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Will DOI Take Placard Abuse Seriously — Or Just Keep Abusing Placards?

1:30 PM EST on January 24, 2019

This is the note that Deputy Inspector Raymond Festino left on an illegally parked state car. Photo: @placardabuse

Hey, those are our illegal parking places, not yours!

Placard abuse is so bad in Lower Manhattan that an official with the agency in charge of busting illegal placard parkers is demanding that other illegally parked officials stop parking in his illegal parking spot.

Deputy Inspector Raymond Festino of the Department of Investigation — the agency that has in the past cracked down on placard abuse — slipped the following letter on a car illegally parked on Liberty Street near the DOI's headquarters: "THESE SPOTS ARE DESIGNATED FOR DEPT OF INVESTIGATION/NYPD EXECUTIVE PERSONEL [sic] ONLY. PLEASE REFRAIN FROM PARKING HERE IN THE FUTURE." He signed it, "D.I. RAYMOND FESTINO, NYPD/DEPT OF INVESTION [sic] SQUAD."

The note was left on a car with an official-looking placard issued by the "New York State Attorney General (Police)," which does exist as part of the office currently overseen by Attorney General Letitia James, the former City Council member, Public Advocate and, yes, placard abusing pol.

The note was first reported on the Twitter account @placardabuse.

The car with the Attorney General placard was parked in a "No stopping" zone. According to section 219-29 of the NYPD patrol guide [PDF], it is never legal for a placard possessor to park in a no-stopping zone. So Festino's note can only be seen as one officer calling on another officer to stop parking illegally so that another officer can illegally park.

Streetsblog has been in touch with the Department of Investigation in hopes of interviewing new Commissioner Margaret Garnett over her plans to crack down on placard abuse in the city. That interview is pending. In the meantime, we reached out to DOI this week to ask Festino's letter and its implications. Here is what DOI spokeswoman Diane Struzzi told us:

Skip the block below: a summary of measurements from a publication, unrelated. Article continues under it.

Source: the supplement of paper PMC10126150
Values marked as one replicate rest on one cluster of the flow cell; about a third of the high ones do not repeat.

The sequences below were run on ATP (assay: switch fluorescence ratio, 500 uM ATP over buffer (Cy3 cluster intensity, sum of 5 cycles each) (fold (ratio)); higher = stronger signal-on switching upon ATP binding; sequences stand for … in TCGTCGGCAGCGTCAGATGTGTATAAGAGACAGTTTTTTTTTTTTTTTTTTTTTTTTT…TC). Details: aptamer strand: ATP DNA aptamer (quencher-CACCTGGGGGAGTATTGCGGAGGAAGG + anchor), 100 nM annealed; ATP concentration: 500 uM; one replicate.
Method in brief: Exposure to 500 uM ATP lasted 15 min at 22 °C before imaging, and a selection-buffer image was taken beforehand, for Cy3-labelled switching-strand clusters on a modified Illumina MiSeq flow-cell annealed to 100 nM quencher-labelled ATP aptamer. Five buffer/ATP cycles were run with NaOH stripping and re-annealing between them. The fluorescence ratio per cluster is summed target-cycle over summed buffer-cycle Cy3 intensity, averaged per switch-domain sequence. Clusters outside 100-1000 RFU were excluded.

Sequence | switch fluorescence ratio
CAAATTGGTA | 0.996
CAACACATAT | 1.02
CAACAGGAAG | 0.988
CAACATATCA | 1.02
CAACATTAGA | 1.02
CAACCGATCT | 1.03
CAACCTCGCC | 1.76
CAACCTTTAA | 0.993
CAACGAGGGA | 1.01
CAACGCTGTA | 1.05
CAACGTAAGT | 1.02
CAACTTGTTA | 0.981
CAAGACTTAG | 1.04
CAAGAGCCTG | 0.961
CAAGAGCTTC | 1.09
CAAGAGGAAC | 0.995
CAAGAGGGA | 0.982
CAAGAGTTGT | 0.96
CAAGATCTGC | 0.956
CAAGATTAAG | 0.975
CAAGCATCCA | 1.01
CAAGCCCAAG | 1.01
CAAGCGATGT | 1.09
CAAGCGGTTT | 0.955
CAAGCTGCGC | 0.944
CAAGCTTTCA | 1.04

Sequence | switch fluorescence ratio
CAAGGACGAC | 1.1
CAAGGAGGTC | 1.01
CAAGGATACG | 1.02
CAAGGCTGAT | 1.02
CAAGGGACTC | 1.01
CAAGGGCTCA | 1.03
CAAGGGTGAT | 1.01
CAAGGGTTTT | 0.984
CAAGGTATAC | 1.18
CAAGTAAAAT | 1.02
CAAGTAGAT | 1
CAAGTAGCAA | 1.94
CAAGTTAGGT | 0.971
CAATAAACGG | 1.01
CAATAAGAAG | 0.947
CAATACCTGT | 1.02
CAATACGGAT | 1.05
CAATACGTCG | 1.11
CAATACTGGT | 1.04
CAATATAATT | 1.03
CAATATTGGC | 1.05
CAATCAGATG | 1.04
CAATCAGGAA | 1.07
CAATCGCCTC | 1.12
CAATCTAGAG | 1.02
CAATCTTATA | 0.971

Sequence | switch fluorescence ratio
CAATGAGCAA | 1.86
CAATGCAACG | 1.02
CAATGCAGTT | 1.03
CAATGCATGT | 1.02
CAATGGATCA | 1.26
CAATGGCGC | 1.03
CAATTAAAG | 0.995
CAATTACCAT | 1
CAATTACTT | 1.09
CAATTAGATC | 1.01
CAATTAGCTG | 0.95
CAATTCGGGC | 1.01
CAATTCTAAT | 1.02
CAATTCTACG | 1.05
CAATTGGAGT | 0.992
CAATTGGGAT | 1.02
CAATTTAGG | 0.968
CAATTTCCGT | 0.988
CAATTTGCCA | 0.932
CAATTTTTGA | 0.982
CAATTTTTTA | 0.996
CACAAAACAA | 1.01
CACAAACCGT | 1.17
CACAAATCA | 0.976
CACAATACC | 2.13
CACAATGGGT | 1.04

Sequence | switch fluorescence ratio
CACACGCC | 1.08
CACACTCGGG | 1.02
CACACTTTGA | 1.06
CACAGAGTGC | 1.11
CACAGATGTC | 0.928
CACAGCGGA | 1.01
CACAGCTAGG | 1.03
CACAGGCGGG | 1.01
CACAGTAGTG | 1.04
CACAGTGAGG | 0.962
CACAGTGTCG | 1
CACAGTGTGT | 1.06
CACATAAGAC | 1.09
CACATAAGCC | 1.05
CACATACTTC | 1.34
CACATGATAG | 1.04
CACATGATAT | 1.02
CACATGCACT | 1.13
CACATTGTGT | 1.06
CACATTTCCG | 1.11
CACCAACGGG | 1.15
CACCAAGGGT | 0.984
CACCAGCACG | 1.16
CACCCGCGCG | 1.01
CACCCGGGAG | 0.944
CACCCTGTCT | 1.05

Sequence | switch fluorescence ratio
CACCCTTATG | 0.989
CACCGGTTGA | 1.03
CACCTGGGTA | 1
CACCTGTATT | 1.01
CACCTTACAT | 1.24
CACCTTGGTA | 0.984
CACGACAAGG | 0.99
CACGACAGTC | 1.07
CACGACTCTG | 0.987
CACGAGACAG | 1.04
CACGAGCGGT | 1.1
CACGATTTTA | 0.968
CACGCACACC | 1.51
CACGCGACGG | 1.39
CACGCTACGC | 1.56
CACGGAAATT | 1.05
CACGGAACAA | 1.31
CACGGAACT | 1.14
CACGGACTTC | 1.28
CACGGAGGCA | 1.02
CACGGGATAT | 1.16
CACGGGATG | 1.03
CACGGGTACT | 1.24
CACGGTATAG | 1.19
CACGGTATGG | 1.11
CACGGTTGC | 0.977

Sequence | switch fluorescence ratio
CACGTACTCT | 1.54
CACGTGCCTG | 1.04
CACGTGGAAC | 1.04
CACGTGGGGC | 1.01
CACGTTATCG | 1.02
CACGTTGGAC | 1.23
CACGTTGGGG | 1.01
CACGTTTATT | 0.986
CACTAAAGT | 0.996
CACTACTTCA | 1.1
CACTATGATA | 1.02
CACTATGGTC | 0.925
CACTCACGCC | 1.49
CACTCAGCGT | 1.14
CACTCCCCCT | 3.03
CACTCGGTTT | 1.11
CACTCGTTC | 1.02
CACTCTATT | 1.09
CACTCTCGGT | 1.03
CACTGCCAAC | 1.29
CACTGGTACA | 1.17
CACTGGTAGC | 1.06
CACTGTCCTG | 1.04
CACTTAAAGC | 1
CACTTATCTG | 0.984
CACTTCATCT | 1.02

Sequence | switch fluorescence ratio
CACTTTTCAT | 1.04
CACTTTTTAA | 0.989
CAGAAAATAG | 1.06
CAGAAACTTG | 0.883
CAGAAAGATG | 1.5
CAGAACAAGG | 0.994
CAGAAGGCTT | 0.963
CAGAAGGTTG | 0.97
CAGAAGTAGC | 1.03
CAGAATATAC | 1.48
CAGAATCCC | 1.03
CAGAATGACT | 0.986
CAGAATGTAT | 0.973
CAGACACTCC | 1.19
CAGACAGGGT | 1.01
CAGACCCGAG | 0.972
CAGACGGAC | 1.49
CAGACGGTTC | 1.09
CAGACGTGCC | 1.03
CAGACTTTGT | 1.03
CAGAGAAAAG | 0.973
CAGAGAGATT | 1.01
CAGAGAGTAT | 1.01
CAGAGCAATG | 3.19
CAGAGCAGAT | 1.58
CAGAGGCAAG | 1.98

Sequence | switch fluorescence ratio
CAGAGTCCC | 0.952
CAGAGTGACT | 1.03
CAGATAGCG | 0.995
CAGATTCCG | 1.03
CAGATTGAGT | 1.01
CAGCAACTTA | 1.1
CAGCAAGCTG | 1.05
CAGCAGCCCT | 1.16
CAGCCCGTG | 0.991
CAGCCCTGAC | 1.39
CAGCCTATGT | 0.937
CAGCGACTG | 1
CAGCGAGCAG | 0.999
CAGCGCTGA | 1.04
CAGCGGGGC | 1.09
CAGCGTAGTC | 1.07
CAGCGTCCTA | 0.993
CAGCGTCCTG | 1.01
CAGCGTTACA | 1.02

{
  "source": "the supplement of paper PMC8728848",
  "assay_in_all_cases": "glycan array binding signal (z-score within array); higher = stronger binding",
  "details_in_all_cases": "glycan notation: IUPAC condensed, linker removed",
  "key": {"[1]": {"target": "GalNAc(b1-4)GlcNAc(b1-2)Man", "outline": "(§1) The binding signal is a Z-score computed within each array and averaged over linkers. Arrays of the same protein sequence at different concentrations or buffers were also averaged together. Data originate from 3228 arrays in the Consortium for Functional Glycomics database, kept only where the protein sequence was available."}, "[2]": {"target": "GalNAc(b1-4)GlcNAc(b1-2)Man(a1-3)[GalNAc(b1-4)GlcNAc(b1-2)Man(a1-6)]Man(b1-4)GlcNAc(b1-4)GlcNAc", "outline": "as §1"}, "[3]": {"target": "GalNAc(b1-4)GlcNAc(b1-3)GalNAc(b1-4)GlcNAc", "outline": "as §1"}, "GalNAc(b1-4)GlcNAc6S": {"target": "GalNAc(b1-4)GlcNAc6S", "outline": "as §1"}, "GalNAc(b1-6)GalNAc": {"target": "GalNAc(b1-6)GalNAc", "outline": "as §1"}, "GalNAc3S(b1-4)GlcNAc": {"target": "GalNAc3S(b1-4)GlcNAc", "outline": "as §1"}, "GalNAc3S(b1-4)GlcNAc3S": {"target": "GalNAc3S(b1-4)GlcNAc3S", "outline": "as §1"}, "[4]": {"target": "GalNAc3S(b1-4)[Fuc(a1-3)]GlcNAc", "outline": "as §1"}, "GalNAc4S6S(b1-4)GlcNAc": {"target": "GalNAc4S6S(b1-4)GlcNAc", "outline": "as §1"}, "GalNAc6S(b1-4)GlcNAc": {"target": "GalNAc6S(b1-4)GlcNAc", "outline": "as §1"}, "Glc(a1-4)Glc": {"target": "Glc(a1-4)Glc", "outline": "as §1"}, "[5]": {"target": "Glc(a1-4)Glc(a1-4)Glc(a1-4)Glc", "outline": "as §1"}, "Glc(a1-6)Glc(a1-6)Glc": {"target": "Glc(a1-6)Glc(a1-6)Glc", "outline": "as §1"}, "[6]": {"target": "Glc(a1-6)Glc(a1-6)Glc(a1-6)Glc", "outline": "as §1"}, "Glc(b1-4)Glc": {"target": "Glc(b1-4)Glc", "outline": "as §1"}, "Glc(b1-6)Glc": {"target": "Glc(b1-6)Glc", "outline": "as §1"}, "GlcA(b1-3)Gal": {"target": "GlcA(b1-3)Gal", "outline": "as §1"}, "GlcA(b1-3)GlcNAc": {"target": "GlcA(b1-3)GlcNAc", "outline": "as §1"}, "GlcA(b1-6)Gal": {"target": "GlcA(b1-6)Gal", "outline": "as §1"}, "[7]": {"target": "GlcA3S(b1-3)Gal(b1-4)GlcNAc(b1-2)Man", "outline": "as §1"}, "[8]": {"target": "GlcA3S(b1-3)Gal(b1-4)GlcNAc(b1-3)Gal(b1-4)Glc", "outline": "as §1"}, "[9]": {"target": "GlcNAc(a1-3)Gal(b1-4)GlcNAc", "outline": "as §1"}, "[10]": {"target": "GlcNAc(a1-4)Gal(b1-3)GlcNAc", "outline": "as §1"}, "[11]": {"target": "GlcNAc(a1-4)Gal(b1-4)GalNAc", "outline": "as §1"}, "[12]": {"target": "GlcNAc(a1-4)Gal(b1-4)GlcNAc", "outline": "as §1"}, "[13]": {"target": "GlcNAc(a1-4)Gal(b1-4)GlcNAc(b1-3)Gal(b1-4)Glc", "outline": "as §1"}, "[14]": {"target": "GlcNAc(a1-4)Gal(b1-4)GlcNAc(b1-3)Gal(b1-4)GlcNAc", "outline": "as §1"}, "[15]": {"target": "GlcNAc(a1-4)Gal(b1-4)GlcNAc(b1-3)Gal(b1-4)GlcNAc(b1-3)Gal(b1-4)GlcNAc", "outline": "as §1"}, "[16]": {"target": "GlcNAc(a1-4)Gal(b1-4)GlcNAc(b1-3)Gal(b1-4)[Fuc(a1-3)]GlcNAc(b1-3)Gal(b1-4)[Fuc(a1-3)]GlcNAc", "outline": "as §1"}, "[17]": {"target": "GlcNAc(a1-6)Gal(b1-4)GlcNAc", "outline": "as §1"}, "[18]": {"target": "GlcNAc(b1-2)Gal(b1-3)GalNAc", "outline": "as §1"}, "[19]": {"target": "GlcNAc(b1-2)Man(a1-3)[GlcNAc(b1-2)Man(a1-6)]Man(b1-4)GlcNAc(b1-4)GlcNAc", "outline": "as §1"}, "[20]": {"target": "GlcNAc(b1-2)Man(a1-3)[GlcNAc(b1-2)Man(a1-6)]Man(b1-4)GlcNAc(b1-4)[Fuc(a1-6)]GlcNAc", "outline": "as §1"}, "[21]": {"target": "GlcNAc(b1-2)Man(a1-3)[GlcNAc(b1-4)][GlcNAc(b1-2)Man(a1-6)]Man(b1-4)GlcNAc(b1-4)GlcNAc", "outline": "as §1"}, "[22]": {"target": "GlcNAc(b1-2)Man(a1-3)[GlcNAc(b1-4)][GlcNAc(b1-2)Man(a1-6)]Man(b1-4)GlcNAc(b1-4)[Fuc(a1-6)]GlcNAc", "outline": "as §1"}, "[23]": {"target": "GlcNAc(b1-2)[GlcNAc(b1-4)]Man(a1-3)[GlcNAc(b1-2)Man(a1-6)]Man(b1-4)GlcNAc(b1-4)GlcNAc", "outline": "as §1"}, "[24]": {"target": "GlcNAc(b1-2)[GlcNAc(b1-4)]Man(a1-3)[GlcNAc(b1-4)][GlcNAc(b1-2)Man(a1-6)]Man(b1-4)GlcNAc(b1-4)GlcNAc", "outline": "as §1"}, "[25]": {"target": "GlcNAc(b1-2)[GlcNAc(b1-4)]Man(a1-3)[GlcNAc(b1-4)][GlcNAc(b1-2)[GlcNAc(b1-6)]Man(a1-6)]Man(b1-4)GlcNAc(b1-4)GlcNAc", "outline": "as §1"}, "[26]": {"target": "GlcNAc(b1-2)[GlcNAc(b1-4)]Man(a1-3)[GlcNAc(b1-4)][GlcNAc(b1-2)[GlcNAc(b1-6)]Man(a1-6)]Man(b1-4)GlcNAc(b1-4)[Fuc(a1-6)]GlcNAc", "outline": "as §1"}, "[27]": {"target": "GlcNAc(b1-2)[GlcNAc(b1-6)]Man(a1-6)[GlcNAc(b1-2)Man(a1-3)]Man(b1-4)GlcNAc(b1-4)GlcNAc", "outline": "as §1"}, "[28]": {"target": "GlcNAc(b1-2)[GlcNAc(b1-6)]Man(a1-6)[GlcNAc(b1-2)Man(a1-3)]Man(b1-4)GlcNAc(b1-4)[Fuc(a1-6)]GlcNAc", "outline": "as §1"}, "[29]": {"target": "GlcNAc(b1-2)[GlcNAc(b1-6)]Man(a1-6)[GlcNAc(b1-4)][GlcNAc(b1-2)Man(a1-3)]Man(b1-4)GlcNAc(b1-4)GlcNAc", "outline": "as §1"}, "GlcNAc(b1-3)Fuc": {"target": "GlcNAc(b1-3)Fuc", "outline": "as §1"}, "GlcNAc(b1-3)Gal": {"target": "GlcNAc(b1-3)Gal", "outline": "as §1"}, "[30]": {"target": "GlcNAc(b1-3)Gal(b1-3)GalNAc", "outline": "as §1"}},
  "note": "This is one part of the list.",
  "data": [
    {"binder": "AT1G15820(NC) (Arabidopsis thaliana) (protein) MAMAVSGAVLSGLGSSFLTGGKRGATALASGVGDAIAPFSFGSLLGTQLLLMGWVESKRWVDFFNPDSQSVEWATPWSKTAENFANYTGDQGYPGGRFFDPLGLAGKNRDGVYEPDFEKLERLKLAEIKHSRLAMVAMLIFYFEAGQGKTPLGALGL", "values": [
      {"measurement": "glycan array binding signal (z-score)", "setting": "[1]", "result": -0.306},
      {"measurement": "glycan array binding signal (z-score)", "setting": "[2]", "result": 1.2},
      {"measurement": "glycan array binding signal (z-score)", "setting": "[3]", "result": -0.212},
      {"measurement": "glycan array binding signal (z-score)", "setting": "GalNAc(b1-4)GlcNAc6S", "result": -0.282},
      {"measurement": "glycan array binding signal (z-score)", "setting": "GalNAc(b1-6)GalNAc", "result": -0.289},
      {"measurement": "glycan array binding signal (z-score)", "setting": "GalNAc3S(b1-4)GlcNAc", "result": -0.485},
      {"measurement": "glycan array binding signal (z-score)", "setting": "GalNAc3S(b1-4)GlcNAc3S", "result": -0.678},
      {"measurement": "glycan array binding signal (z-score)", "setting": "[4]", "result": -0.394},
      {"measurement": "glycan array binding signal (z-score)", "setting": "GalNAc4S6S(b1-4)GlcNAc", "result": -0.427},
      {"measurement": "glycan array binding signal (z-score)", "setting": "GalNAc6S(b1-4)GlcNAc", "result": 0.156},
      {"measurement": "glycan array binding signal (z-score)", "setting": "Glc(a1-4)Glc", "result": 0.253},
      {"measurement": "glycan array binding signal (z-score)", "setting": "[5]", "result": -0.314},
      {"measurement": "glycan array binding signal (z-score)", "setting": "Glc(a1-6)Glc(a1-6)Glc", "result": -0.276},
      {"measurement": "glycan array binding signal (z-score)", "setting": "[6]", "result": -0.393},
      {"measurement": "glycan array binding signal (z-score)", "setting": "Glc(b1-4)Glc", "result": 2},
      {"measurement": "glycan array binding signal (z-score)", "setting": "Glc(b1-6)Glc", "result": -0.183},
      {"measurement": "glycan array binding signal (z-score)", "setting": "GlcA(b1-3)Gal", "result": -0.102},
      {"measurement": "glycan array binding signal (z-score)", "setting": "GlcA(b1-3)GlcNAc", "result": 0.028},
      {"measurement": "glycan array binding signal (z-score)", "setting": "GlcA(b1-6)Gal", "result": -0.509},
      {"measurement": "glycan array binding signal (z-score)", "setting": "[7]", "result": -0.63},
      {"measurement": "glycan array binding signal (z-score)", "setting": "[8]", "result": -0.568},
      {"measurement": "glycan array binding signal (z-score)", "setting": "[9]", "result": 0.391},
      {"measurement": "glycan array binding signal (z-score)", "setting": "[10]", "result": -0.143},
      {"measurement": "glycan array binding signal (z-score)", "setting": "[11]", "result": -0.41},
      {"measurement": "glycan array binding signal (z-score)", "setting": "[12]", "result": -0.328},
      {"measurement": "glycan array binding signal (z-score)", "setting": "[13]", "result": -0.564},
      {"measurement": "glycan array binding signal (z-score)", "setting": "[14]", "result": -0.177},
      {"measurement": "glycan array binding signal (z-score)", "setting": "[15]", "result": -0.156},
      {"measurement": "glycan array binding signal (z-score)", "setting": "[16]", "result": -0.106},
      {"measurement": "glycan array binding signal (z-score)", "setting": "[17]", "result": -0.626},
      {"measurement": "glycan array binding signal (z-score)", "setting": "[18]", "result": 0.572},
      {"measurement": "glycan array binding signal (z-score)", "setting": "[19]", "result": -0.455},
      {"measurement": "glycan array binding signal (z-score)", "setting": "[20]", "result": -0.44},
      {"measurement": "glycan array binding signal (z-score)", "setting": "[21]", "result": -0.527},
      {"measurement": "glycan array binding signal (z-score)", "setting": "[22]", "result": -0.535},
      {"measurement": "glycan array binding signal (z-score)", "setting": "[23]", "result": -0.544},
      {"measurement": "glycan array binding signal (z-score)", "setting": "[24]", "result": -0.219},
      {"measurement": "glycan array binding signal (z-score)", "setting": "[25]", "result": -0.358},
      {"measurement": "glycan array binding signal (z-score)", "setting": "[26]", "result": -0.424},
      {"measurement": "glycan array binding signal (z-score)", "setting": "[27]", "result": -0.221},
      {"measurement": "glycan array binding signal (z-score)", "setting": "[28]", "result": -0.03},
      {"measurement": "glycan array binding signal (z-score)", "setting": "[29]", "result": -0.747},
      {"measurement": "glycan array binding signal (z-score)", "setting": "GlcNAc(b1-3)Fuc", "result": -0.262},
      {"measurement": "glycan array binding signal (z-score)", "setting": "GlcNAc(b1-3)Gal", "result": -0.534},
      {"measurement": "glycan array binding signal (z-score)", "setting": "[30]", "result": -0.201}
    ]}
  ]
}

DOI has remained committed to rooting out fraudulent parking placards in this city. In 2017, our investigation with NYPD and DOT resulted in the arrest of 30 individuals for placard abuse and a public report about that investigation (PDF). This continues to be an area of concern for DOI and we will have more to say on this issue in the coming months.

Regarding your specific inquiry regarding the tweeted photos that are across the street from DOI headquarters and request that those spots be left for DOI/NYPD personnel: Those spaces are needed by DOI so NYPD detectives, who are working active investigations with DOI, have quick access to their police vehicles in case of emergency and during the times when they are transporting complainants, witnesses, and individuals who are in custody. It is not safe for New Yorkers, nor is it a law enforcement best practice, to escort an in-custody person through the streets.

(The investigation that Struzzi mentioned was covered by Streetsblog in 2017. The 30 arrests were seen as a tiny number given that there are 160,000 city-issued placards, plus unreported tens of thousands of state and federal placards — plus untold numbers of counterfeits. A true crackdown on placard abuse is difficult, given that members of the agencies that would be in charge of the crackdown — the NYPD, the State Police, the DOT, and others — are the biggest beneficiaries of placard parking privileges.)

Streetsblog asked Struzzi why the agency had not asked the Department of Transportation to install signs — as it has at many other agencies and near schools — designating the area as parking for DOI employees only rather than as a no-stopping zone. Struzzi said:

DOI is in the process of moving to another location in the area, so it wouldn’t be cost-effective to change those signs at this time. In the meantime, those spaces are used by DOI or NYPD when safety and law enforcement concerns warrant their use.

Struzzi did not say anything about Festino, but subscribers to the @placardabuse Twitter stream quickly ID'd him as a cop with ties to placard-waving former State Senator Marty Golden.

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